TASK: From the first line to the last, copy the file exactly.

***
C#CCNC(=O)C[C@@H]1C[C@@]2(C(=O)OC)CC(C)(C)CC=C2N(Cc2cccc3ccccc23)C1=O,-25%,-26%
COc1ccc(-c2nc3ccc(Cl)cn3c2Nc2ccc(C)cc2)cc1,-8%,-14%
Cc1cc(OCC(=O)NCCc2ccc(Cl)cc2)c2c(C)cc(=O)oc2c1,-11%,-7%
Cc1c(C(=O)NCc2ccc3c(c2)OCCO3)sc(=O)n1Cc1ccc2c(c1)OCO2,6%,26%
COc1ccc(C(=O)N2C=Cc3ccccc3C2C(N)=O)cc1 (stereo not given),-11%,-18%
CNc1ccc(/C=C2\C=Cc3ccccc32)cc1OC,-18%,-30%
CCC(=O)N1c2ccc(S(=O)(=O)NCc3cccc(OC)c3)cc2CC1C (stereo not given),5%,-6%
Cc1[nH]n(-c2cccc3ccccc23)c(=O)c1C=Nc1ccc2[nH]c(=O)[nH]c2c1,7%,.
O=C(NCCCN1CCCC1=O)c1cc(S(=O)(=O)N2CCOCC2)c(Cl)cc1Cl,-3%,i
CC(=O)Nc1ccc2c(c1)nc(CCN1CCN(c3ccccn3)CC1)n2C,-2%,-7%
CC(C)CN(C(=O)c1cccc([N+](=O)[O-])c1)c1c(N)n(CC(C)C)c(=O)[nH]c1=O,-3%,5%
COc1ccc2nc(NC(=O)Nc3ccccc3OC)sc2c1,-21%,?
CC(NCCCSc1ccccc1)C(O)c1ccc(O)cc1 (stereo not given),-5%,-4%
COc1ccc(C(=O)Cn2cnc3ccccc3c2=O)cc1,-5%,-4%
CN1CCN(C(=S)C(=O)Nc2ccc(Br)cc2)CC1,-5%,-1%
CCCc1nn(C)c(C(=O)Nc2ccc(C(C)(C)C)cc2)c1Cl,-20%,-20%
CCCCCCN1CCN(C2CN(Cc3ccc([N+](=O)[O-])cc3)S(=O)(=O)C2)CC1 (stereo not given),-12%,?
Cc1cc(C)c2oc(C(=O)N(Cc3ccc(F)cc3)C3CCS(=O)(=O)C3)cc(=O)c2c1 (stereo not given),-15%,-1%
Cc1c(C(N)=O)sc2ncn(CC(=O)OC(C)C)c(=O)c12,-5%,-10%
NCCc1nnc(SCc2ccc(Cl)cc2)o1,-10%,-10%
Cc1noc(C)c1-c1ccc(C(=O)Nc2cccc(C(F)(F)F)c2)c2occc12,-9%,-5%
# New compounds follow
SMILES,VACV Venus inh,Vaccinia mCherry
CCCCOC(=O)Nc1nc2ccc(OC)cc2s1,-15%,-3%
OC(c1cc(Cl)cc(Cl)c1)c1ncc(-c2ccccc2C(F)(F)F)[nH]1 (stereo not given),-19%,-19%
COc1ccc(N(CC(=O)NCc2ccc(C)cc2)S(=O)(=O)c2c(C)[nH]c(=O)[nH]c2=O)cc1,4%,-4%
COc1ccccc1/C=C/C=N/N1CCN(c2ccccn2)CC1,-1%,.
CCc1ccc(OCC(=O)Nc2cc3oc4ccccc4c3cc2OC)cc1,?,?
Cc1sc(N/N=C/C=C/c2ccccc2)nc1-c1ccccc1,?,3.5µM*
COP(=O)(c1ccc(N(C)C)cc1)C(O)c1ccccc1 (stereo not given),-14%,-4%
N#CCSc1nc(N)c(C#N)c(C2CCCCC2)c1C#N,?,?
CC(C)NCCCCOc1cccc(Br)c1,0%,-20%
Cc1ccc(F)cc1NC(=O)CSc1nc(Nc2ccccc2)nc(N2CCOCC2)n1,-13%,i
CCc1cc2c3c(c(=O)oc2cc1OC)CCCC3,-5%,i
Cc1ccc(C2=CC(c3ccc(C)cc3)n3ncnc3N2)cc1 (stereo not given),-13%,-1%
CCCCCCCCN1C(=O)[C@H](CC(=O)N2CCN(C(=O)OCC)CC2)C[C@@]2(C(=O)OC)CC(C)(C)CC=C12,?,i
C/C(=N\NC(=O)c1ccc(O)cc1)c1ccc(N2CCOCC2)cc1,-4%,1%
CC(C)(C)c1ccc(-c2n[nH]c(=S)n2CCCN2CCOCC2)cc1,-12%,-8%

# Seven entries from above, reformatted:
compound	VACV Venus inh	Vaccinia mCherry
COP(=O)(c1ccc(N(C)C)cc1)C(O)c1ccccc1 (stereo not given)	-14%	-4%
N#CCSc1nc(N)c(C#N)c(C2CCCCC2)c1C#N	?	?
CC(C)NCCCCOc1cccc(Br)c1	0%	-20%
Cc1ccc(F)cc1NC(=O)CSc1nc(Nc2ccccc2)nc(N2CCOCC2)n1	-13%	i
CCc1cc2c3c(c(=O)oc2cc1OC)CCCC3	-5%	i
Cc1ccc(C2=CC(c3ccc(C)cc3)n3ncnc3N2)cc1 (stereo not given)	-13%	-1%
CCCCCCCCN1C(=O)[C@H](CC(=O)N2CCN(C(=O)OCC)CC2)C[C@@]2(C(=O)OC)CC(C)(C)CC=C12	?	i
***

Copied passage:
C#CCNC(=O)C[C@@H]1C[C@@]2(C(=O)OC)CC(C)(C)CC=C2N(Cc2cccc3ccccc23)C1=O,-25%,-26%
COc1ccc(-c2nc3ccc(Cl)cn3c2Nc2ccc(C)cc2)cc1,-8%,-14%
Cc1cc(OCC(=O)NCCc2ccc(Cl)cc2)c2c(C)cc(=O)oc2c1,-11%,-7%
Cc1c(C(=O)NCc2ccc3c(c2)OCCO3)sc(=O)n1Cc1ccc2c(c1)OCO2,6%,26%
COc1ccc(C(=O)N2C=Cc3ccccc3C2C(N)=O)cc1 (stereo not given),-11%,-18%
CNc1ccc(/C=C2\C=Cc3ccccc32)cc1OC,-18%,-30%
CCC(=O)N1c2ccc(S(=O)(=O)NCc3cccc(OC)c3)cc2CC1C (stereo not given),5%,-6%
Cc1[nH]n(-c2cccc3ccccc23)c(=O)c1C=Nc1ccc2[nH]c(=O)[nH]c2c1,7%,.
O=C(NCCCN1CCCC1=O)c1cc(S(=O)(=O)N2CCOCC2)c(Cl)cc1Cl,-3%,i
CC(=O)Nc1ccc2c(c1)nc(CCN1CCN(c3ccccn3)CC1)n2C,-2%,-7%
CC(C)CN(C(=O)c1cccc([N+](=O)[O-])c1)c1c(N)n(CC(C)C)c(=O)[nH]c1=O,-3%,5%
COc1ccc2nc(NC(=O)Nc3ccccc3OC)sc2c1,-21%,?
CC(NCCCSc1ccccc1)C(O)c1ccc(O)cc1 (stereo not given),-5%,-4%
COc1ccc(C(=O)Cn2cnc3ccccc3c2=O)cc1,-5%,-4%
CN1CCN(C(=S)C(=O)Nc2ccc(Br)cc2)CC1,-5%,-1%
CCCc1nn(C)c(C(=O)Nc2ccc(C(C)(C)C)cc2)c1Cl,-20%,-20%
CCCCCCN1CCN(C2CN(Cc3ccc([N+](=O)[O-])cc3)S(=O)(=O)C2)CC1 (stereo not given),-12%,?
Cc1cc(C)c2oc(C(=O)N(Cc3ccc(F)cc3)C3CCS(=O)(=O)C3)cc(=O)c2c1 (stereo not given),-15%,-1%
Cc1c(C(N)=O)sc2ncn(CC(=O)OC(C)C)c(=O)c12,-5%,-10%
NCCc1nnc(SCc2ccc(Cl)cc2)o1,-10%,-10%
Cc1noc(C)c1-c1ccc(C(=O)Nc2cccc(C(F)(F)F)c2)c2occc12,-9%,-5%
# New compounds follow
SMILES,VACV Venus inh,Vaccinia mCherry
CCCCOC(=O)Nc1nc2ccc(OC)cc2s1,-15%,-3%
OC(c1cc(Cl)cc(Cl)c1)c1ncc(-c2ccccc2C(F)(F)F)[nH]1 (stereo not given),-19%,-19%
COc1ccc(N(CC(=O)NCc2ccc(C)cc2)S(=O)(=O)c2c(C)[nH]c(=O)[nH]c2=O)cc1,4%,-4%
COc1ccccc1/C=C/C=N/N1CCN(c2ccccn2)CC1,-1%,.
CCc1ccc(OCC(=O)Nc2cc3oc4ccccc4c3cc2OC)cc1,?,?
Cc1sc(N/N=C/C=C/c2ccccc2)nc1-c1ccccc1,?,3.5µM*
COP(=O)(c1ccc(N(C)C)cc1)C(O)c1ccccc1 (stereo not given),-14%,-4%
N#CCSc1nc(N)c(C#N)c(C2CCCCC2)c1C#N,?,?
CC(C)NCCCCOc1cccc(Br)c1,0%,-20%
Cc1ccc(F)cc1NC(=O)CSc1nc(Nc2ccccc2)nc(N2CCOCC2)n1,-13%,i
CCc1cc2c3c(c(=O)oc2cc1OC)CCCC3,-5%,i
Cc1ccc(C2=CC(c3ccc(C)cc3)n3ncnc3N2)cc1 (stereo not given),-13%,-1%
CCCCCCCCN1C(=O)[C@H](CC(=O)N2CCN(C(=O)OCC)CC2)C[C@@]2(C(=O)OC)CC(C)(C)CC=C12,?,i
C/C(=N\NC(=O)c1ccc(O)cc1)c1ccc(N2CCOCC2)cc1,-4%,1%
CC(C)(C)c1ccc(-c2n[nH]c(=S)n2CCCN2CCOCC2)cc1,-12%,-8%

# Seven entries from above, reformatted:
compound	VACV Venus inh	Vaccinia mCherry
COP(=O)(c1ccc(N(C)C)cc1)C(O)c1ccccc1 (stereo not given)	-14%	-4%
N#CCSc1nc(N)c(C#N)c(C2CCCCC2)c1C#N	?	?
CC(C)NCCCCOc1cccc(Br)c1	0%	-20%
Cc1ccc(F)cc1NC(=O)CSc1nc(Nc2ccccc2)nc(N2CCOCC2)n1	-13%	i
CCc1cc2c3c(c(=O)oc2cc1OC)CCCC3	-5%	i
Cc1ccc(C2=CC(c3ccc(C)cc3)n3ncnc3N2)cc1 (stereo not given)	-13%	-1%
CCCCCCCCN1C(=O)[C@H](CC(=O)N2CCN(C(=O)OCC)CC2)C[C@@]2(C(=O)OC)CC(C)(C)CC=C12	?	i